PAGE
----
Fig. (19) illustrated the relation between both the theoretical and experimental Froude numbers for the screened case at different locations with different submergence ratios using equation 13. The deviation around the equality line increased with the increase of the Froude number; it also increased with the decreasing of the relative screen location with a 29.0% maximum error. In fact, the impact between the flow jet and the screen played an important role. As the screen location was fixed close to the gate, the impact between the flow jet and the screen increased, causing high turbulences and more energy loss. In this case, the impact caused a rise in the water surface profile upstream of the screen, pushing the water speedily and stretching the surface profile downstream. Consequently, it gave minimum tailwater depths that caused a corresponding reduction in the theoretical Froude number. A correction factor (CF) was utilized as a function of the relative screen location, the relative depth of jump, and the submergence ratio, as specified in equations 20 and 21, respectively, to set the theoretical Froude number with the experimental Froude number,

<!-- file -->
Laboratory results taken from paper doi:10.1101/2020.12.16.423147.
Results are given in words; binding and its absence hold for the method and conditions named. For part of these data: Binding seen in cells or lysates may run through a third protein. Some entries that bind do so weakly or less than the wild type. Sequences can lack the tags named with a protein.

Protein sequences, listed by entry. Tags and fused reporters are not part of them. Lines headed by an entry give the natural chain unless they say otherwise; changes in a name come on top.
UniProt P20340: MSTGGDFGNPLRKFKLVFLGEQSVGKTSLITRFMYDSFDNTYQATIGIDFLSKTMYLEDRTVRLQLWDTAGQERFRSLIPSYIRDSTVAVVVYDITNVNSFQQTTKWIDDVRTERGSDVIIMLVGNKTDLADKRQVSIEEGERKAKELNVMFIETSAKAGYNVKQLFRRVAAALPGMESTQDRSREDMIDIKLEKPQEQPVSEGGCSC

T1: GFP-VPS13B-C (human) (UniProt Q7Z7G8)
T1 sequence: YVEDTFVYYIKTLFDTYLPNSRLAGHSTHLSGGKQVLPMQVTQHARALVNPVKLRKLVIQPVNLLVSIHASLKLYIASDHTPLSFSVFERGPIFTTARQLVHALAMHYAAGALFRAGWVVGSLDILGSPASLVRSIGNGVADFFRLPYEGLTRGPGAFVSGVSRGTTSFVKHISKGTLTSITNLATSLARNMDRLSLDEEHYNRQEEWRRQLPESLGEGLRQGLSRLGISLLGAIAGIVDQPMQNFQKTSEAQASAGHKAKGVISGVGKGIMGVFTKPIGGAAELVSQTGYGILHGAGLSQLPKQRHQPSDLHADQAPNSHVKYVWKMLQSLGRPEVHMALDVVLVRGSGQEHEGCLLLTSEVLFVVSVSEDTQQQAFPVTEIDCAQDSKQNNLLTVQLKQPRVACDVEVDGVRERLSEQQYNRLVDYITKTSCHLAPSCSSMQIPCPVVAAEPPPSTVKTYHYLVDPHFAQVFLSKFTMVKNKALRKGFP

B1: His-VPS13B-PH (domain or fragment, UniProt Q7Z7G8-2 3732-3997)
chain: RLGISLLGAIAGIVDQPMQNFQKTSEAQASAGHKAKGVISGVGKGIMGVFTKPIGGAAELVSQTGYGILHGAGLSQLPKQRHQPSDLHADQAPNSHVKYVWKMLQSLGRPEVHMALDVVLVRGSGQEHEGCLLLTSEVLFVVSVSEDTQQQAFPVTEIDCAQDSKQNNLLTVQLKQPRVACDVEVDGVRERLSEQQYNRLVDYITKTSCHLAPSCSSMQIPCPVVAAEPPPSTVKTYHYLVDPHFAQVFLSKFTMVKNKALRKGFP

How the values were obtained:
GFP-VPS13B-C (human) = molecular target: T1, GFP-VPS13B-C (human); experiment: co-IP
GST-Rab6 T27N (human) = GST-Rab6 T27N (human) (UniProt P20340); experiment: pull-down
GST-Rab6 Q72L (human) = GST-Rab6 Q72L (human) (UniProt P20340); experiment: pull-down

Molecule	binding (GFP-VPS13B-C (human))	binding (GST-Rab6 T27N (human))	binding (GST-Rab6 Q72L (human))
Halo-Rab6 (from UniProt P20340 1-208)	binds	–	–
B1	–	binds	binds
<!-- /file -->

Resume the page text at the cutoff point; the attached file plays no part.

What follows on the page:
Where; CF is the correction factor and Fcth is the corrected theoretical Froude number
Figs. (18-20) showed the relationship between the corrected theoretical Froude number and the experimental Froude number. A good agreement between the results of equation 21 and the experimental results was clearly noticed.
Laboratory experiments were conducted to discriminate the submerged hydraulic jump characteristics due to the vertically-placed screen in a sudden expanding stilling basin. The effective screen position was also studied to increase the energy dissipation and improve the characteristics of the submerged hydraulic jump. The conclusions were as follows:
1. The relative energy loss, relative depth and relative hydraulic jump length increased as the inflow Froude number increased for all different submergence ratios.